After trying to figure out how to tackle all of these problems, I felt burnt out by the project and decided to sunset it. I was losing more of the already finite amount of free time I had by trying to manage engineering, marketing and outreach for a product that needed more commitment and ultimately, I felt like between my teammates' feedback and low customer sign ups, I was not going to be able to find product-market fit. While a disappointing way to close out a significant time commitment, the learnings will pay dividends in the future.

Wins

  • First project I have ever brought from ideation to production
  • Discovered the importance of sticking to an MVP
  • Learned database best practices, React.js and server architecture

Learnings

  • Just ship it! Get feedback early and often.
  • Stay focused on the initial problem your users have and how your product will solve that.
  • Buy-in is extremely important. Find this before you start building anything.

Associated Resources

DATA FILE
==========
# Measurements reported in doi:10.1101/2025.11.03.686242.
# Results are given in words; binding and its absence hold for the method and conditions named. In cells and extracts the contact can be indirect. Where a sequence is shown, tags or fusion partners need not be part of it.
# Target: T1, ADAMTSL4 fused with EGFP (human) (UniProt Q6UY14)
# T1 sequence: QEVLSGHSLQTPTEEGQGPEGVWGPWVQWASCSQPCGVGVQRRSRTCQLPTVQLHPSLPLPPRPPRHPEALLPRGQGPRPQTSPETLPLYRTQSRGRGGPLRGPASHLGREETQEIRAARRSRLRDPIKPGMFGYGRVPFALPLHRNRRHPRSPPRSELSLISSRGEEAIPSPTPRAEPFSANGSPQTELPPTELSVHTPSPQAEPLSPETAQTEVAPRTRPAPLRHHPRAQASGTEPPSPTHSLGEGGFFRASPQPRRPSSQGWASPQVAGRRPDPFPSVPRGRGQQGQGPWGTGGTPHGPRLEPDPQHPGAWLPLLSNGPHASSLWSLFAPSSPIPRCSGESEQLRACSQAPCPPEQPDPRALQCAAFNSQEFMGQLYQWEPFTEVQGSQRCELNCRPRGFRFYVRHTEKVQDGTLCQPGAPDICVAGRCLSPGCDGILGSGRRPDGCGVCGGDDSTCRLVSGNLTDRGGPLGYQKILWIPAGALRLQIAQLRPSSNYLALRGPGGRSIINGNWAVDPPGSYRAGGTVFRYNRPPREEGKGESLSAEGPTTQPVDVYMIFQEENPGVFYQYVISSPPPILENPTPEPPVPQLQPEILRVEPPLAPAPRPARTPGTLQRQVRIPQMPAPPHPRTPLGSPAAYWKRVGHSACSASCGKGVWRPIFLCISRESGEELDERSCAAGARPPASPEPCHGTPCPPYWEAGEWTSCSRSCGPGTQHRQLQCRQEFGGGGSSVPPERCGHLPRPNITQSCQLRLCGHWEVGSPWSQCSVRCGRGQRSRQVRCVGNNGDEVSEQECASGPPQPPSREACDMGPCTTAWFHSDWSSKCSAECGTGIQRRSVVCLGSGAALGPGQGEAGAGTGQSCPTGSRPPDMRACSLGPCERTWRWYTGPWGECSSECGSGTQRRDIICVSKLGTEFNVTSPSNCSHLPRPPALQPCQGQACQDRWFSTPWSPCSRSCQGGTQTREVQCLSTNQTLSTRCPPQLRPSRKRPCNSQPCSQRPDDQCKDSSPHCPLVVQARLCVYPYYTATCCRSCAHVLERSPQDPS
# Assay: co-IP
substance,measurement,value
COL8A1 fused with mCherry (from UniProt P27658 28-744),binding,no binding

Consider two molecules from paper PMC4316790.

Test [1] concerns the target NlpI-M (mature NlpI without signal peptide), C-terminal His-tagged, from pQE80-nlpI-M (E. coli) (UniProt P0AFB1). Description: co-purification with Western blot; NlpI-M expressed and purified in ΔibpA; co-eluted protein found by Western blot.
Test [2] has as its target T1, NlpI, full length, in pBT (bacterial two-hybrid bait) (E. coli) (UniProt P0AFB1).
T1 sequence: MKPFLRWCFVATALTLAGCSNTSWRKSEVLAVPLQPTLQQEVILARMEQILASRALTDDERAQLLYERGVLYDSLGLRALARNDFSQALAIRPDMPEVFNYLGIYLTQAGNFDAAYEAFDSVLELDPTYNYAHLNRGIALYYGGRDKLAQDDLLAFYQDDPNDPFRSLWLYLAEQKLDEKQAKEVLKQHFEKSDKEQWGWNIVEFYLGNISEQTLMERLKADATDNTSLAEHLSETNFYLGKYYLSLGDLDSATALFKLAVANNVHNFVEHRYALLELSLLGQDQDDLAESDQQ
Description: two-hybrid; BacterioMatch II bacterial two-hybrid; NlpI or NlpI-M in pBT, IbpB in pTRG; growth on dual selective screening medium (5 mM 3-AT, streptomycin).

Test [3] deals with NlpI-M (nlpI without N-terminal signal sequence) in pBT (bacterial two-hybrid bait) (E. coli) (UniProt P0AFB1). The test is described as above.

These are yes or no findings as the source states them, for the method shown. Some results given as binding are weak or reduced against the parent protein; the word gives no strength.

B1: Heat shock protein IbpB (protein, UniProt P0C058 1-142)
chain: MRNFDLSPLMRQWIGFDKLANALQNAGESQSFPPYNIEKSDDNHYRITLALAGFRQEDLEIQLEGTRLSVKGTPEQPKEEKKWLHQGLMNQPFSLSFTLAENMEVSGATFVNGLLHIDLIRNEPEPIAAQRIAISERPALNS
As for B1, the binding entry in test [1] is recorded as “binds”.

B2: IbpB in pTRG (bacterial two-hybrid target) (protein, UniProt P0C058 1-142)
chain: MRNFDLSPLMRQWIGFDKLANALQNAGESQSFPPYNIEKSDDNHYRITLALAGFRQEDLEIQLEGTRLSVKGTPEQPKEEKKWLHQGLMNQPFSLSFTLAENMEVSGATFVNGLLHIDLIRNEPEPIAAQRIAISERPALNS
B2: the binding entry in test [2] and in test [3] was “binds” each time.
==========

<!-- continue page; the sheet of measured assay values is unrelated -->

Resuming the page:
Associated Articles

Getting Excited About Learning Again
I was a “B” student in school. I listened in class and put in enough effort to get the grades I needed, but I never put in the work outside of class to master the material and rise to the perfection of an “A” student. For a long time I felt the resentment to put in the effort was the result of the s…
Sharing Failure
> “Success consists of going from failure to failure without loss of enthusiasm.” -Winston Churchill In my previous post, I briefly wrote about coming to terms with startup failure [/admitting-failure/] and moving forward. Today, I would like to share what it was like to share that failure. Failur…
Admitting Failure
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Early Stage Perception vs Reality
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Starting a technology business is more capital intensive than most might be led to believe. While it is true that a business can be started with as little as a free Wordpress website, most business ideas have a unique product ideas that go beyond the functionality that a basic content management sys…
Not Having Customers Sucks, But Feedback is Key
I am coming up on a month since launching Synotate [https://www.synotate.com/?utm_source=connorphillips.com&utm_medium=referral&utm_campaign=not-having-customer-sucks-but-feedback-is-key&utm_term=synotate&utm_content=article] and while I have my first non-paying customer, whom I work for, and one s…
Just Launch It
Anyone who has been obsessed with launching a startup has come across content that emphasizes the importance of shipping a product as soon as you can. It is the product of the popular Lean Startup movement called minimal viable product (MVP) and makes complete sense because if the concept doesn’t se…